Civil rights experts and Palestine solidarity activists are commending the US Department of Education for not caving into demands by Israel lobby groups and lawmakers to redefine anti-Jewish bigotry to include criticism of Israel.
At the beginning of the year, the federal body’s Office for Civil Rights released a fact sheet outlining the government’s obligations to protect students based on religious and ethnic perceptions.
The document explains civil rights protections that already exist under current law for Jewish, Sikh, Muslim, Buddhist and Hindu students facing discrimination.
It contains no reference to Israel in its examples of anti-Jewish bigotry. Rather, it correctly defines anti-Semitism as relating to discrimination and harassment based on the targeting of Jews for being – or being perceived as – Jewish.
She added that it “reaffirms First Amendment rights and gives students on campus the space to continue to advocate for Palestinian rights without fear of reprisal or attacks from university administrators or external pro-Israel advocacy groups.”
Such lobby groups had pressured the Department of Education’s Office for Civil Rights to enshrine US President Donald Trump’s 2019 executive order directing government agencies to adjudicate civil rights complaints using the International Holocaust Remembrance Alliance’s “working definition” of anti-Semitism (IHRA).
Promoted by Israel and its lobby, the IHRA definition conflates criticism of Israel, on the one hand, with anti-Jewish bigotry, on the other.
It has become the Israel lobby’s key weapon in North America and Europe to enforce censorship about Israel’s crimes against Palestinians.
Even the definition’s lead author,Kenneth Stern – formerly a major player in the American Jewish Committee – has strongly opposed efforts to enshrine it in legislation or university rule books, arguing that this would unconstitutionally infringe on free speech.
Nevertheless, Israel lobby groups and pro-Israel lawmakers have continued to pressured the Department of Education to formally adopt the IHRA into regulation – including Kenneth Marcus, who led the Office for Civil Rights under the Trump administration.
Marcus helped draft Trump’s executive order.
In an opinion piece published by Newsweek on 9 January, Marcus complained that the Jewish community was under attack by the Department of Education’s refusal to codify the IHRA.
He said he had expected the Biden administration to carry forward the Trump-era directive, and scoffed at the single example given by the OCR in its fact sheet on what constitutes anti-Jewish bigotry.
“To address anti-Semitism, this guidance offers only a single, obvious example regarding a student who is made to feel unsafe by other students who place notes with swastikas on the student’s backpack, perform Nazi salutes, and make jokes about the Holocaust,” Marcus wrote.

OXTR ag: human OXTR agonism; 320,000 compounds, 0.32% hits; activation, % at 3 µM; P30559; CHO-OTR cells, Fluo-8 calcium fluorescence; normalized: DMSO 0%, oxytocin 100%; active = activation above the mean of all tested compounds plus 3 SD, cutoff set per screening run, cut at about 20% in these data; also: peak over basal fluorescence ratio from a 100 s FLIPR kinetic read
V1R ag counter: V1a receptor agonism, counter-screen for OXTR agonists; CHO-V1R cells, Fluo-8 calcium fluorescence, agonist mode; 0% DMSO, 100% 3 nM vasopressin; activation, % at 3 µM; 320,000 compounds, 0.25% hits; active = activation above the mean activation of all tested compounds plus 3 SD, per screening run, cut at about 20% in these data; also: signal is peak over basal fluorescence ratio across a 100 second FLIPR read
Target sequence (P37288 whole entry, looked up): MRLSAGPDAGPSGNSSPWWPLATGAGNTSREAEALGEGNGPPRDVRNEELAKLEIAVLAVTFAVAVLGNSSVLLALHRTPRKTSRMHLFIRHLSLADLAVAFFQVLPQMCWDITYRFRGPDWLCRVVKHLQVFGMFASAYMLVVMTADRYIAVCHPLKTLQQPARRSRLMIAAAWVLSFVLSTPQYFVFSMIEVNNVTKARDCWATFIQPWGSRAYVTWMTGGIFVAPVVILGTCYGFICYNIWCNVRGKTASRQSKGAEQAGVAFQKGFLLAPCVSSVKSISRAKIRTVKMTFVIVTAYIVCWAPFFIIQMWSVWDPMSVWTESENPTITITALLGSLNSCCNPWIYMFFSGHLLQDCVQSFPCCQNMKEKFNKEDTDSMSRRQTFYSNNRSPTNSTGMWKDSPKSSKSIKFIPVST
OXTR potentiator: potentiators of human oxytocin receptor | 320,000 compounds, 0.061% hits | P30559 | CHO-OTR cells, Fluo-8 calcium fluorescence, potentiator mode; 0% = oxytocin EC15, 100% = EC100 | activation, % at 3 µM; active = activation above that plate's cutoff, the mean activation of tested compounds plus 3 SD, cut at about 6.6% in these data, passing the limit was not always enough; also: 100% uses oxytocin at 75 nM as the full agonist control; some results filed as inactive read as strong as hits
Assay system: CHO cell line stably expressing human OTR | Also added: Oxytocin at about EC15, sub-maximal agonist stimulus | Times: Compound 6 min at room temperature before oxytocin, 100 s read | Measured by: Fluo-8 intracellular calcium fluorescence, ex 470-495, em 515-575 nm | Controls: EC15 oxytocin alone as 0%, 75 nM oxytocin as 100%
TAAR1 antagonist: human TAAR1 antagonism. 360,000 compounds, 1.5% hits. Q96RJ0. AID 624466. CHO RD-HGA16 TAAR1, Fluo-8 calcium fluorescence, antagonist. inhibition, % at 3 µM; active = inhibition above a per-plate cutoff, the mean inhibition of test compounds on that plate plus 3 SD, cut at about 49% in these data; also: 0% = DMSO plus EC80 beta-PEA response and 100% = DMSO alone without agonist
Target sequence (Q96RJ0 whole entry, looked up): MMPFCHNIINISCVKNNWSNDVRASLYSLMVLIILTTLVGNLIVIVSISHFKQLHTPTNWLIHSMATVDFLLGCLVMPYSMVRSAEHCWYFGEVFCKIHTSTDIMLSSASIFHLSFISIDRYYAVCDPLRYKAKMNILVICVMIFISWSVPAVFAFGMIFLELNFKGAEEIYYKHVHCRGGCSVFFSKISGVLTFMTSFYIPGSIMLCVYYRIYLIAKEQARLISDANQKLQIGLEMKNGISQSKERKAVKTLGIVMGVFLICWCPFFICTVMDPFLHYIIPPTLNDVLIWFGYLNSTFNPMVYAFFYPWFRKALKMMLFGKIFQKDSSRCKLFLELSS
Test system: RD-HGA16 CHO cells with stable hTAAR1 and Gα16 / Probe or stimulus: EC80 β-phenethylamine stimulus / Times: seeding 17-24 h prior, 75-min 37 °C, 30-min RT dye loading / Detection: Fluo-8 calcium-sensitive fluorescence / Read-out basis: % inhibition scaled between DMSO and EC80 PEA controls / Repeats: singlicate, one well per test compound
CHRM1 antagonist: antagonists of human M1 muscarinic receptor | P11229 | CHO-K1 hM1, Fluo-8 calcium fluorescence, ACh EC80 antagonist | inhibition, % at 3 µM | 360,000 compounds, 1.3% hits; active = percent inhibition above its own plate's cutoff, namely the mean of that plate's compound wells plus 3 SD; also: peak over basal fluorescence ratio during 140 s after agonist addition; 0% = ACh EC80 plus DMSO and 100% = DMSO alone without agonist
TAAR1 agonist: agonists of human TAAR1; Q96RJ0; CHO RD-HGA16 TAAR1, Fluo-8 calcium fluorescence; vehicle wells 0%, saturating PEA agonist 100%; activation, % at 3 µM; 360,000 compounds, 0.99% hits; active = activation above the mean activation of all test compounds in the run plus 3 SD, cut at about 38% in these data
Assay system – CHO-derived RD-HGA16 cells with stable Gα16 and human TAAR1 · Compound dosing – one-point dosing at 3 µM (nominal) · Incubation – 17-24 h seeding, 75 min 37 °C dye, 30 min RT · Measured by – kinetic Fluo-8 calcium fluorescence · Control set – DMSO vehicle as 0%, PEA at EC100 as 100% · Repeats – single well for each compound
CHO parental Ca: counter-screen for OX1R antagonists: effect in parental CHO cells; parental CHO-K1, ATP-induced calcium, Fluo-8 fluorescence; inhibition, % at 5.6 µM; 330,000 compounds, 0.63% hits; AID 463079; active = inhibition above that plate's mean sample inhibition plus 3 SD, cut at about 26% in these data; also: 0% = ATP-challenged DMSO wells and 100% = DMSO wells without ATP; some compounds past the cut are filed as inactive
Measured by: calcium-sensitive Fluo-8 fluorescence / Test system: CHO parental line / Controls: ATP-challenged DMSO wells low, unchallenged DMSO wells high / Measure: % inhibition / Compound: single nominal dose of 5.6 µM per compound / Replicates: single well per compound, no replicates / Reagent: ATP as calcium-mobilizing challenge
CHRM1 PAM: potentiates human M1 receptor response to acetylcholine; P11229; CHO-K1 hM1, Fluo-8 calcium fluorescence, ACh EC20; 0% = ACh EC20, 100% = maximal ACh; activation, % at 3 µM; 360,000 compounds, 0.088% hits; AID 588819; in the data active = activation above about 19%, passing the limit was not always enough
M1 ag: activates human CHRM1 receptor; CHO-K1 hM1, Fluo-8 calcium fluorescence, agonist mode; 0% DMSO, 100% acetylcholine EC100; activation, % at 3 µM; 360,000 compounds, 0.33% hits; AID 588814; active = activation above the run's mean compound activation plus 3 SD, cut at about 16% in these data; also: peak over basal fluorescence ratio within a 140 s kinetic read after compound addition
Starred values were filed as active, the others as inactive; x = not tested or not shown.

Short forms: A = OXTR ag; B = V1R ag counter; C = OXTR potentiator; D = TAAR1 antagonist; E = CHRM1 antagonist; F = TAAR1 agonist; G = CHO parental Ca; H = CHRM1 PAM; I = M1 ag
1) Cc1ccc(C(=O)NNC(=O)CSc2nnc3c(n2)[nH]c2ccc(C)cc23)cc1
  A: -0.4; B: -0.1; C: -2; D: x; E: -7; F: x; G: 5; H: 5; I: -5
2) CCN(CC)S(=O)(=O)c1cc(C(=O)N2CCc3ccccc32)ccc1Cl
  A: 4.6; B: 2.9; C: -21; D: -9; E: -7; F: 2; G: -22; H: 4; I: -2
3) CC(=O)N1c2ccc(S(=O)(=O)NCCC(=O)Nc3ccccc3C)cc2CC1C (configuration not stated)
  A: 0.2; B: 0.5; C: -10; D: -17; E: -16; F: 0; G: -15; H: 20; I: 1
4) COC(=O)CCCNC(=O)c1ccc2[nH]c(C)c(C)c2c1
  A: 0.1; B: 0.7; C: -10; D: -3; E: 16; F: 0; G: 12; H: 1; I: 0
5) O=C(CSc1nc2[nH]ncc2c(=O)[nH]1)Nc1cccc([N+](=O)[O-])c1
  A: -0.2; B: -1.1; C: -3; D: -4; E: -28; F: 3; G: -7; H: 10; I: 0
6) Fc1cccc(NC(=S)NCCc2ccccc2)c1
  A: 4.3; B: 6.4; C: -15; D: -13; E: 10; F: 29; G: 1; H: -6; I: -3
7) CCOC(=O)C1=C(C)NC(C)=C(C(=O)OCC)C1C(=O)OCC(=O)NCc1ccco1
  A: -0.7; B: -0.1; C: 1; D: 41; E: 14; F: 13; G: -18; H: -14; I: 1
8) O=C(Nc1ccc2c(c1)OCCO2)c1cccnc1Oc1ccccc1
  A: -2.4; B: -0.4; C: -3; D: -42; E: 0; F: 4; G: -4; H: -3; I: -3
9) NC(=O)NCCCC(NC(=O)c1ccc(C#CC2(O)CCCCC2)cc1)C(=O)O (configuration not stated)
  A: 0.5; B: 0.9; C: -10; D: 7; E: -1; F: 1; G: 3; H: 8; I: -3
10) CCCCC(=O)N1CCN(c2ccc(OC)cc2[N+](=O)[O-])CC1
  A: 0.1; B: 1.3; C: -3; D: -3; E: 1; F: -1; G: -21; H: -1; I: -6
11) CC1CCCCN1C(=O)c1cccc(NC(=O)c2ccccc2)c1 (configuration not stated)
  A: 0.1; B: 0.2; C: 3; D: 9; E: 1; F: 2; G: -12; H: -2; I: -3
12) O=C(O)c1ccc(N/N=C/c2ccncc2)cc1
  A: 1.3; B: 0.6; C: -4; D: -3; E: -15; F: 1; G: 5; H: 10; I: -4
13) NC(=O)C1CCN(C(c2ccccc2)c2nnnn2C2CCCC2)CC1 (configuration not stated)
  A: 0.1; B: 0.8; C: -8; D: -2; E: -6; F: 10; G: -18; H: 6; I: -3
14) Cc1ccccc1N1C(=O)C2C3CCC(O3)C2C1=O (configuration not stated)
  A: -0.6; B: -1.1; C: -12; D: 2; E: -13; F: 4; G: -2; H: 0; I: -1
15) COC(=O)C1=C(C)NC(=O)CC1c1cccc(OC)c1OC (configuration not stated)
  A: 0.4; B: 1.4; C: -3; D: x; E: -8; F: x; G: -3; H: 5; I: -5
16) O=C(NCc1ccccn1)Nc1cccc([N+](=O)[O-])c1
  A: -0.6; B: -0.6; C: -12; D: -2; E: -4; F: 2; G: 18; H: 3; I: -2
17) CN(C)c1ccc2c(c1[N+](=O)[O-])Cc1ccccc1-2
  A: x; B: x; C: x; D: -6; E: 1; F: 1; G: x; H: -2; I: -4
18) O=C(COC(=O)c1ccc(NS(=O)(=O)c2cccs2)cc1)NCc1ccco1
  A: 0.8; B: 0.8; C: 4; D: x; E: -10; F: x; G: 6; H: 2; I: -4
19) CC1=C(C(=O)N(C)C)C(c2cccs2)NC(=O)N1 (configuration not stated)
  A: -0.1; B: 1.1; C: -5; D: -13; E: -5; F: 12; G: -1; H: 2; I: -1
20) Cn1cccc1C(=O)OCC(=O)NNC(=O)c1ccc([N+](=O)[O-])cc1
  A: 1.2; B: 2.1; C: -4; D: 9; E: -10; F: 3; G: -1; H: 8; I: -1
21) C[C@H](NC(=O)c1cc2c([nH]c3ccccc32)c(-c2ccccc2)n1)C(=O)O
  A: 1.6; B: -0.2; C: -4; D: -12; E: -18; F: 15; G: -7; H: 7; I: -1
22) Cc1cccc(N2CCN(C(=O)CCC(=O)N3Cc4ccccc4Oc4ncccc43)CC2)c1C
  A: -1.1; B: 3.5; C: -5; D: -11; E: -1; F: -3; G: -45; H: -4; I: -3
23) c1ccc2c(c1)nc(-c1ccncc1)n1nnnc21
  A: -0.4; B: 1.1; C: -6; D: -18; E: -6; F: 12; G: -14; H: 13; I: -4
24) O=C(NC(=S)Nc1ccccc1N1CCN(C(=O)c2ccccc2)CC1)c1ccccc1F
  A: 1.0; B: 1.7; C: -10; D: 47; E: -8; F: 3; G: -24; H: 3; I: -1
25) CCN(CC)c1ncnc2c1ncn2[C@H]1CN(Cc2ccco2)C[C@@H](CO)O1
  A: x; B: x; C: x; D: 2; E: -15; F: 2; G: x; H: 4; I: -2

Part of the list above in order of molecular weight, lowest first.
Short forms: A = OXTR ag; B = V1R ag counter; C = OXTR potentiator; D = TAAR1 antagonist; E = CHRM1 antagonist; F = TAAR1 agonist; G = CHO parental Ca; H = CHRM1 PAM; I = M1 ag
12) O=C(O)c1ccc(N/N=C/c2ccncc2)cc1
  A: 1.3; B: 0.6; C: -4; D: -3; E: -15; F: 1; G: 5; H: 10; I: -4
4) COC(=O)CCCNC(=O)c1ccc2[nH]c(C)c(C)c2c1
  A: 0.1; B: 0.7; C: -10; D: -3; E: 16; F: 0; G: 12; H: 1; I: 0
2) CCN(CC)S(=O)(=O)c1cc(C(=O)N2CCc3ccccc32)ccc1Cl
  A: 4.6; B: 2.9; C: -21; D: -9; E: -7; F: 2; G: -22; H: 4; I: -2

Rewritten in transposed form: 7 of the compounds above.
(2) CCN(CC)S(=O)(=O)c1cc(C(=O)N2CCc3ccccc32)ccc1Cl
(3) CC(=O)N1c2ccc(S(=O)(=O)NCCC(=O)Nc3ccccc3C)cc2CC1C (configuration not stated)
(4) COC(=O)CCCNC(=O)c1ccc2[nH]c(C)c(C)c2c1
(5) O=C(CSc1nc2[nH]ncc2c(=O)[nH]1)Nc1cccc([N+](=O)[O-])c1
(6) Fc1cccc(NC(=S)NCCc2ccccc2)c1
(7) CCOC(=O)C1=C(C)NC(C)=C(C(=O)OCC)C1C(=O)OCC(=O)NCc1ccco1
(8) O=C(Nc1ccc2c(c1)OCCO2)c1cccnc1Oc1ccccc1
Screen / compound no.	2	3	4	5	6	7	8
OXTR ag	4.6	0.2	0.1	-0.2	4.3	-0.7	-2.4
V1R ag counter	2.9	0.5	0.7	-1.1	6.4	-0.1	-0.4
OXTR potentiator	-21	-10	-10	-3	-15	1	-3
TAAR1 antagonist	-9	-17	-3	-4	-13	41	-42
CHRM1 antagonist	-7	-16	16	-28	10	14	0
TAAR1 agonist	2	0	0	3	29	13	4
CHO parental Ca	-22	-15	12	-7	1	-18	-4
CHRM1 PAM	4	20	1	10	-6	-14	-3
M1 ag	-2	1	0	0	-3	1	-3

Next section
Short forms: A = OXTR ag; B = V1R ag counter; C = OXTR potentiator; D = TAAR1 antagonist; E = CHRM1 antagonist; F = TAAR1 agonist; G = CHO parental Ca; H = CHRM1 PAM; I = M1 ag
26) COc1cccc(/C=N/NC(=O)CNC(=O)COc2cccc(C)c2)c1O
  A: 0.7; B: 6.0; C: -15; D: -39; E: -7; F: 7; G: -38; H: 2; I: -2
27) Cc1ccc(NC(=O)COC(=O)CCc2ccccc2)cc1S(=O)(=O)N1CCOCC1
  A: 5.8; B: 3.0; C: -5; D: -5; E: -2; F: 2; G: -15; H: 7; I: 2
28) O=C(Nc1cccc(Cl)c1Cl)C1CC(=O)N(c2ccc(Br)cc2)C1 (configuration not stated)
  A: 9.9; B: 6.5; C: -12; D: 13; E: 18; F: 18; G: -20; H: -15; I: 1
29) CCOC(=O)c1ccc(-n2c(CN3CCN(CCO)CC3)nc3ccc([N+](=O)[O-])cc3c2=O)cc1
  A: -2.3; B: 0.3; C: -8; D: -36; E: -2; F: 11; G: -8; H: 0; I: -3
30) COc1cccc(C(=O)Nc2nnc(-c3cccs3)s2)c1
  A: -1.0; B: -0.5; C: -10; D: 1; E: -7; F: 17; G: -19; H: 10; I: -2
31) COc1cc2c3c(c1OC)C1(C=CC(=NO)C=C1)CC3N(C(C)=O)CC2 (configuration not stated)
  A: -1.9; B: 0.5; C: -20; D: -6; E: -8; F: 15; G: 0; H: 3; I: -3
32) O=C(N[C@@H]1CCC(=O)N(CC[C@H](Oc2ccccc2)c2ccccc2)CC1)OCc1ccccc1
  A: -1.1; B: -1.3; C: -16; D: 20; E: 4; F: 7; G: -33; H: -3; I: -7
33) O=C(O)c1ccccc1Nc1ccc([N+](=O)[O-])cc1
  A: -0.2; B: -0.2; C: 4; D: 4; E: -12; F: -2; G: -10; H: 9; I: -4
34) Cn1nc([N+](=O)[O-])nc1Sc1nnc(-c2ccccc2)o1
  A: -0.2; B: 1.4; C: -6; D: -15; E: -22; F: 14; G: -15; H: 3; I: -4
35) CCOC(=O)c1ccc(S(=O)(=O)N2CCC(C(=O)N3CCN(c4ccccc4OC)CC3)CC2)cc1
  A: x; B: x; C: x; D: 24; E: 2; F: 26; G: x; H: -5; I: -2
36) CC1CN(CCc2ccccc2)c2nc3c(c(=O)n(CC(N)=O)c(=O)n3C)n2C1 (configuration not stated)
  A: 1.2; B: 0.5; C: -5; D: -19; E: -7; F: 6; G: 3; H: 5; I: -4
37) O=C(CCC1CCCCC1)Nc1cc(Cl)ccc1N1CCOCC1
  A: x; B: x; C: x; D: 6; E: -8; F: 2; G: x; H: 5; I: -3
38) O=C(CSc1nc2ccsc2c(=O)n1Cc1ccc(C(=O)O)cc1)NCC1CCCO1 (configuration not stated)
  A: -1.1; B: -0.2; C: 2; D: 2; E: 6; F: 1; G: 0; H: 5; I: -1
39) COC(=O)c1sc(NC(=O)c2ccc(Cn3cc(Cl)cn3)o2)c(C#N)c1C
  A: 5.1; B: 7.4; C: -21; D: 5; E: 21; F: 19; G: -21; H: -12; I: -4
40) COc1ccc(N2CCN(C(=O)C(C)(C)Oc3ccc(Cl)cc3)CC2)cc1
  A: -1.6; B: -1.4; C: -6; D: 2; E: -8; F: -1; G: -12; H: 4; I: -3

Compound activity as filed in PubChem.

“While administrators need guidance to explain hard cases, this sort of example is too self-evident to be helpful,” he added.
He urged Catherine Lhamon, the Department of Education’s current assistant secretary, to live up to the office’s commitment to Trump’s executive order and codify the IHRA definition “and its guiding examples relative to Israel.”
Notably, Marcus resigned from his Department of Education post in 2020 after it was revealed that he gave the Zionist Organization of America special treatment in reopening a complaint against Rutgers University.
He returned to lead the Louis D. Brandeis Center for Human Rights, a pro-Israel lawfare organization, to continue attacking students who defend Palestinian rights and file complaints to the Department of Education’s Office for Civil Rights – and to remain a vocal proponent of the IHRA definition.
Twisting civil rights law
That the OCR would re-issue its discrimination definitions and not add the IHRA distortions is reassuring to supporters of Palestinian rights, lawyers say.
However, the Department of Education did not say it was permanently scrapping Trump’s executive order.
In a public email message announcing the January fact sheet, the OCR reaffirmed its compliance with the order, referring to a 2021 questions and answers guide on its website.
The OCR said it was delaying its timeline to propose implementation of the executive order to December of this year.
Palestine Legal told The Electronic Intifada that this postponement “should not be interpreted as an endorsement of the IHRA definition because Trump’s order merely directs all agencies enforcing relevant discrimination law to ‘consider’ the IHRA definition, which the OCR certainly has done.”
The civil rights group says that it has been part of a campaign to discourage the OCR from adopting the IHRA guidelines in Trump’s executive order.
Palestine Legal, in coalition with 16 other civil rights organizations, sent a letter to the Department of Education in August warning that implementation of the IHRA would infringe on free speech and further harm Palestinian and Muslim academics and students.
“Concerns that the IHRA definition will be used to reinforce anti-Palestinian racism and to censor constitutionally protected speech are not abstract or theoretical but based on extensive experience,” the groups wrote.
The coalition will be working over the next year to reinforce widespread opposition to the IHRA definition, Lina Assi from Palestine Legal stated, as the Department of Education considers implementing the definition by the end of 2023.
Meanwhile, legal advocates are continuing to help students and activists push back against the IHRA in a wider scope.
“The Israel lobby has its hands in a lot of places to try and expand the authority of the IHRA, and the Department of Education’s Office for Civil Rights is only one arena where they’re trying to push it through – and luckily, they’ve failed in that regard,” Assi said.
But, she explained, Israel lobby groups are trying to codify the IHRA in state legislatures.